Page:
Jean-Auguste Dominique Ingres (1780-1867)

French painter Jean-Auguste Ingres was a prominent member of the Neoclassical movement. His strengths included superb draftsmanship, focused insight into personality, and a single dedication to Neoclassical line and style, which perfectly suited Ingres to painting portraits. Despite these facts, Ingres considered himself a painter of history, like the painters who inspired him.

Ingres s father was an unsuccessful sculptor and painter, but instilled a love for art into his son from birth. Ingres studied painting with Neoclassical painter Jacques-Louis David in Paris, and soon Ingres was awarded the coveted Prix de Rome in 1801. Moving to Rome, Ingres honed his skills in drawing and design and was greatly influenced by Raphael, Italian Renaissance master. Ingres returned to Paris, impassioned against the new Romantic Movement, and became a spokesman against the movement. As one of the most celebrated painters in France and an academic spokesman, Ingres was awarded the Legion d Honneur in 1847.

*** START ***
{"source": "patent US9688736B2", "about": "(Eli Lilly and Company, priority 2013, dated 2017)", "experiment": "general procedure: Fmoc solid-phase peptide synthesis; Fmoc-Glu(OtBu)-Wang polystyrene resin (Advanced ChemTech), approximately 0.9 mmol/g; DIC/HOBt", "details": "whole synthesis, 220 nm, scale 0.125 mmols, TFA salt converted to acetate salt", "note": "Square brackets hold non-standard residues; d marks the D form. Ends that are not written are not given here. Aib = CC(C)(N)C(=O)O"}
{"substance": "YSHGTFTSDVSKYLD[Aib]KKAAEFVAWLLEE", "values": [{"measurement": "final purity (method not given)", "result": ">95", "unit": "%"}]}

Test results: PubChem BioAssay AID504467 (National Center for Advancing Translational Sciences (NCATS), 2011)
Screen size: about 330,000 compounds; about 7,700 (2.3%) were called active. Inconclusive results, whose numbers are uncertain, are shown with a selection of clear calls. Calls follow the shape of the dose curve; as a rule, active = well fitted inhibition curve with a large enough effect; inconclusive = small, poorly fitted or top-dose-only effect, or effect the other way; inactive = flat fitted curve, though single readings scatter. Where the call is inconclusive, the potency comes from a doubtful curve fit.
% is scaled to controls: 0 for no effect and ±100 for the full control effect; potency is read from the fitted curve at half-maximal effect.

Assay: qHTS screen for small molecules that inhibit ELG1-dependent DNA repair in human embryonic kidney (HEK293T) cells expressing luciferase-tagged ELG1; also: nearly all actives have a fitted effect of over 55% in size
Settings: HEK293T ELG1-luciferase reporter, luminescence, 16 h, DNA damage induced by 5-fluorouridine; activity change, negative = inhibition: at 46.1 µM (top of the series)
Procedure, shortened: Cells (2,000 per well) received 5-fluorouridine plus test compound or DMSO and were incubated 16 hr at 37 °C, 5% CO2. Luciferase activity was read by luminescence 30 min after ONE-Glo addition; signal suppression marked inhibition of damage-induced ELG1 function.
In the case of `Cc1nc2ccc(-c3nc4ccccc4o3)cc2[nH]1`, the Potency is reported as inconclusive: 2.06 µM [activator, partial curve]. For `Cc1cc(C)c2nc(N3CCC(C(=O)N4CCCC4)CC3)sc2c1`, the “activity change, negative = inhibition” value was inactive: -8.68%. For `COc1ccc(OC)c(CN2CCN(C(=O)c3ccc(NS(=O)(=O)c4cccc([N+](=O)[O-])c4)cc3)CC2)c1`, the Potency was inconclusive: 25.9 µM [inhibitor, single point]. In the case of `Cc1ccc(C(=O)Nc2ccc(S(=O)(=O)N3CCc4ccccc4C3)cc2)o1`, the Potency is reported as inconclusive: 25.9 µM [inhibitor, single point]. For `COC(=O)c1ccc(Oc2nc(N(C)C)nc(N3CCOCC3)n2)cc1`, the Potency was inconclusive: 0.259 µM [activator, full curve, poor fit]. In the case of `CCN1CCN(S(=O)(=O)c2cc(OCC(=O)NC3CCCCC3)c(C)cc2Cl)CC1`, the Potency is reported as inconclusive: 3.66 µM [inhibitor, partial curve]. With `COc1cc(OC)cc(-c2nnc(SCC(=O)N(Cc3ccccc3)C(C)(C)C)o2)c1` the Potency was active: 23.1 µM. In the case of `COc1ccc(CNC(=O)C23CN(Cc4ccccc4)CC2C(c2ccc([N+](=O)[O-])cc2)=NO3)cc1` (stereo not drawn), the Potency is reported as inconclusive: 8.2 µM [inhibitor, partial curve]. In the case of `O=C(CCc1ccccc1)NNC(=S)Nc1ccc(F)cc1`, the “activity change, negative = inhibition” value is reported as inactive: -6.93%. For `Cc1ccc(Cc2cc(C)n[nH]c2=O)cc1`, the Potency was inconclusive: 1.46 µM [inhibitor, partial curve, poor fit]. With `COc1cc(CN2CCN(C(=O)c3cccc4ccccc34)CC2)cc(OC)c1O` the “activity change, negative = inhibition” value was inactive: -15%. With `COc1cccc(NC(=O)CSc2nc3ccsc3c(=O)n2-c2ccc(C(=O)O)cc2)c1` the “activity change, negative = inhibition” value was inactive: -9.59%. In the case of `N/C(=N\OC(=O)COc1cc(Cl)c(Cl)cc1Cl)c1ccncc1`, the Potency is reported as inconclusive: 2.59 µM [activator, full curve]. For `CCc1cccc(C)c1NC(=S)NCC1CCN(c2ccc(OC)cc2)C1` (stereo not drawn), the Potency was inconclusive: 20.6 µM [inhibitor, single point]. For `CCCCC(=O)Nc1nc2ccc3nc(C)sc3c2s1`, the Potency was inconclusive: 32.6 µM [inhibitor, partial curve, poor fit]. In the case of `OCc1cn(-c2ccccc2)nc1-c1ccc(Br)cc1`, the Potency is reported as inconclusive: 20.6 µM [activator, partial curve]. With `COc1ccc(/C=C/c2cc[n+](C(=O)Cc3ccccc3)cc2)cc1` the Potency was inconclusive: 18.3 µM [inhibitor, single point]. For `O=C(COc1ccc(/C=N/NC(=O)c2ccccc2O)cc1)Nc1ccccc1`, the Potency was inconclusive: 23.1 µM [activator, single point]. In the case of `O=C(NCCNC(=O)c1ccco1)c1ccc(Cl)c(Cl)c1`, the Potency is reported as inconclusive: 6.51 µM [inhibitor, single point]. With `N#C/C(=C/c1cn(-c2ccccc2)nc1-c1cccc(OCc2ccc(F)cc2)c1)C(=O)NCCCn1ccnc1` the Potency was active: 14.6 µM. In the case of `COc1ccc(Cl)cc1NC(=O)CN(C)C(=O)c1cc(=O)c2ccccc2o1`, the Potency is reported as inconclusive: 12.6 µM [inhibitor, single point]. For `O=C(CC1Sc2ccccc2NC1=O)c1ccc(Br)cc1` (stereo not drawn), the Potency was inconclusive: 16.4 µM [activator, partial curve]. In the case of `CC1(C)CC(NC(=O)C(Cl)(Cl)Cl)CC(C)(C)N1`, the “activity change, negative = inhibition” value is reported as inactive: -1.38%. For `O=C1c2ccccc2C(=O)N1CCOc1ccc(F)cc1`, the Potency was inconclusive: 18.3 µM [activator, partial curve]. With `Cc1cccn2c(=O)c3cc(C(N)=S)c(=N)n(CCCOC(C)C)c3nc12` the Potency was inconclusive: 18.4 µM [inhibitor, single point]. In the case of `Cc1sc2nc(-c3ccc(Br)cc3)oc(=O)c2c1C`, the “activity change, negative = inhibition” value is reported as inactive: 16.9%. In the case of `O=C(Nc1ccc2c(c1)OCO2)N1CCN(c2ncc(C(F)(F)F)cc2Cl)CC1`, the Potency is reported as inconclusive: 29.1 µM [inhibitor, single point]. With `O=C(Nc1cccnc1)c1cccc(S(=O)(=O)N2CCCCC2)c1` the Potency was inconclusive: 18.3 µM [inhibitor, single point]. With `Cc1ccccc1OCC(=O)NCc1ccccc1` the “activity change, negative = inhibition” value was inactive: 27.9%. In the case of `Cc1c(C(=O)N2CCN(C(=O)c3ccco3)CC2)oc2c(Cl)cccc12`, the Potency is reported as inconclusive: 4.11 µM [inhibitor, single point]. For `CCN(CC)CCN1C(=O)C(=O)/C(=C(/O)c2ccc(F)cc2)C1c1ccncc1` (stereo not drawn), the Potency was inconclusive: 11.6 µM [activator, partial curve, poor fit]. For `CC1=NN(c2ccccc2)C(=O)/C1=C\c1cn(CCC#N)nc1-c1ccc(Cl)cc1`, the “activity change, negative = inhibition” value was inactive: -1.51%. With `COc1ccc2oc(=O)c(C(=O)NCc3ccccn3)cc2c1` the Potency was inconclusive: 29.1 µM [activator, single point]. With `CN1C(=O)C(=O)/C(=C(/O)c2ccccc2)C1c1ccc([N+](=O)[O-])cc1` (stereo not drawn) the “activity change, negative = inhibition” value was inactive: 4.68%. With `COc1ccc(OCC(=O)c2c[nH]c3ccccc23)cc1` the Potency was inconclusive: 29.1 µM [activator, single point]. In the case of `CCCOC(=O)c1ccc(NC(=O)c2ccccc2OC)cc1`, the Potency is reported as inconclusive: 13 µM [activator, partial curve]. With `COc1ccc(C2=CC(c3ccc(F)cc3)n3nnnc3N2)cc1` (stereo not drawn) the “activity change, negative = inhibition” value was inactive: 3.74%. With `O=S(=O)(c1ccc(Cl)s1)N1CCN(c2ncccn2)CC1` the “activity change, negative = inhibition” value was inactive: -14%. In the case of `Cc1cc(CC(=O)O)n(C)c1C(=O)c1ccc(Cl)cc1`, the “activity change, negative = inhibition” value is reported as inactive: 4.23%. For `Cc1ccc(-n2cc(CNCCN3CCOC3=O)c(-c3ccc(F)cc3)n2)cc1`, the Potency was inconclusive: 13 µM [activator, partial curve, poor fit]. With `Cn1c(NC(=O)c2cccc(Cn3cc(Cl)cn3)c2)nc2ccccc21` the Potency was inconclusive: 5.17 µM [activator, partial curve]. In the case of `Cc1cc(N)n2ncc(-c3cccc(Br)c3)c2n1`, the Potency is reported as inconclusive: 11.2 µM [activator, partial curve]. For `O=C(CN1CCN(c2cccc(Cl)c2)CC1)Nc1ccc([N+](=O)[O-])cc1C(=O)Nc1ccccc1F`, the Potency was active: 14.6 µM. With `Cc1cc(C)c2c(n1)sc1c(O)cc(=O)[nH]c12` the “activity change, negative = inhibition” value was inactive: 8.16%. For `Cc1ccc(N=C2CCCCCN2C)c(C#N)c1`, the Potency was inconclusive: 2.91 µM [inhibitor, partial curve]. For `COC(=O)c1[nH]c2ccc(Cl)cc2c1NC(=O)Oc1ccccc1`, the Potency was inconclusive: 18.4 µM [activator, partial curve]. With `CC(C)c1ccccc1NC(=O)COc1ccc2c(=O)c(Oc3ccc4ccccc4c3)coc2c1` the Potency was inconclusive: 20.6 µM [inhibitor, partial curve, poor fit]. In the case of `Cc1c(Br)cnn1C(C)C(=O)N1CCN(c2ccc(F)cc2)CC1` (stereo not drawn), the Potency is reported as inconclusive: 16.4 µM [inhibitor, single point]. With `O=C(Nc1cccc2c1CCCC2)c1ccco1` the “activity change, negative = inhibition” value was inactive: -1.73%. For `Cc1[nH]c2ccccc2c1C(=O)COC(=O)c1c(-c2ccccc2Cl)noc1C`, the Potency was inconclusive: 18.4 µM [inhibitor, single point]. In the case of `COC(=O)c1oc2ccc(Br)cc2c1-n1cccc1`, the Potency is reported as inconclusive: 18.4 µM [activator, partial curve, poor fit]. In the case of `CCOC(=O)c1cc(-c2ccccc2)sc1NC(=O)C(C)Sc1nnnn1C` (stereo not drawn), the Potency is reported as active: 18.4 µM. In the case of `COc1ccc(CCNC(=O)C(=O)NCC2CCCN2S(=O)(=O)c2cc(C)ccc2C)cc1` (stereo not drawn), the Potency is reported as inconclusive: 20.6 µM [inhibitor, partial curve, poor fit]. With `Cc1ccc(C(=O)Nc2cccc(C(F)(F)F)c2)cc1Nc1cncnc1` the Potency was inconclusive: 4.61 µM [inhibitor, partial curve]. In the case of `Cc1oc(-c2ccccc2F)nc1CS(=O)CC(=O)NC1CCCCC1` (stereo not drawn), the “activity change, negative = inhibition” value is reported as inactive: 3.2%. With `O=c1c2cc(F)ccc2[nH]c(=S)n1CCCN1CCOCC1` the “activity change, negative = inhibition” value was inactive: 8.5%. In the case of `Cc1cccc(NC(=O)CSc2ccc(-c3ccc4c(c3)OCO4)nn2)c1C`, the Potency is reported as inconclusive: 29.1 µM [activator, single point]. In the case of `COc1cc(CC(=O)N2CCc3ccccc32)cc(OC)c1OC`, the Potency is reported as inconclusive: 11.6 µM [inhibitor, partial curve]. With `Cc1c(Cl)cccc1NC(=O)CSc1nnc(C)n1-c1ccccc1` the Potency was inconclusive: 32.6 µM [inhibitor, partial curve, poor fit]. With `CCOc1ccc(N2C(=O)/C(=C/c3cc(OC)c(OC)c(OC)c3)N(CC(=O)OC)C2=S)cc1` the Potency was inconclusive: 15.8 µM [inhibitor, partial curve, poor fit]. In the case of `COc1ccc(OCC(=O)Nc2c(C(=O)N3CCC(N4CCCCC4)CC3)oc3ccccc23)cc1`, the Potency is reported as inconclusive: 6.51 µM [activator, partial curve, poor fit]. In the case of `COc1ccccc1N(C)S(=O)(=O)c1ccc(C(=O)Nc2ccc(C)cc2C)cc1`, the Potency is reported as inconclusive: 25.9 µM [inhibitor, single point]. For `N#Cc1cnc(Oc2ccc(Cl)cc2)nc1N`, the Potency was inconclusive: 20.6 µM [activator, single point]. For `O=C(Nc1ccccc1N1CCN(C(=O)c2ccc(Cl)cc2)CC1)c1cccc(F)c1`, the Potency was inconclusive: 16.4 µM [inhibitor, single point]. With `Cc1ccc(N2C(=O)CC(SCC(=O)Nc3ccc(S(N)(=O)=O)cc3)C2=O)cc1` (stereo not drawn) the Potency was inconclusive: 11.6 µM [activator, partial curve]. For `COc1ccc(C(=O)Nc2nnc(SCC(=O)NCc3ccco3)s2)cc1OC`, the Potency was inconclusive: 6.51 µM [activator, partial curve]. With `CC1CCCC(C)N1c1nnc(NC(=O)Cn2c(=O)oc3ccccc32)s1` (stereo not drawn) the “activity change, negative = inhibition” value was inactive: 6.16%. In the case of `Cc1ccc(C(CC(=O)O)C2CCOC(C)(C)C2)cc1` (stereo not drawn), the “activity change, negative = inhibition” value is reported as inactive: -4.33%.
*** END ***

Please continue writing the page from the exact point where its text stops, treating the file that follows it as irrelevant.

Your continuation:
In all his paintings, not only in his many portraits of women, Ingres is said to have constantly sought after the pure form of his models. For example, one of his mythological paintings, La Grande Odalisque shows exaggerated, elongated features, reminiscent of the 16th century Mannerist painters. His sensually elegant way of depicting his models is always present, such as in La Sorgente. Above all, Ingres remained devoted to the clean, Neoclassical painting style, even if it meant that his paintings would not be well received.

Ingres painted until the end of his life; his superb depiction of the female nude, The Bather of Valpincon, was painted when he was 82 years old.


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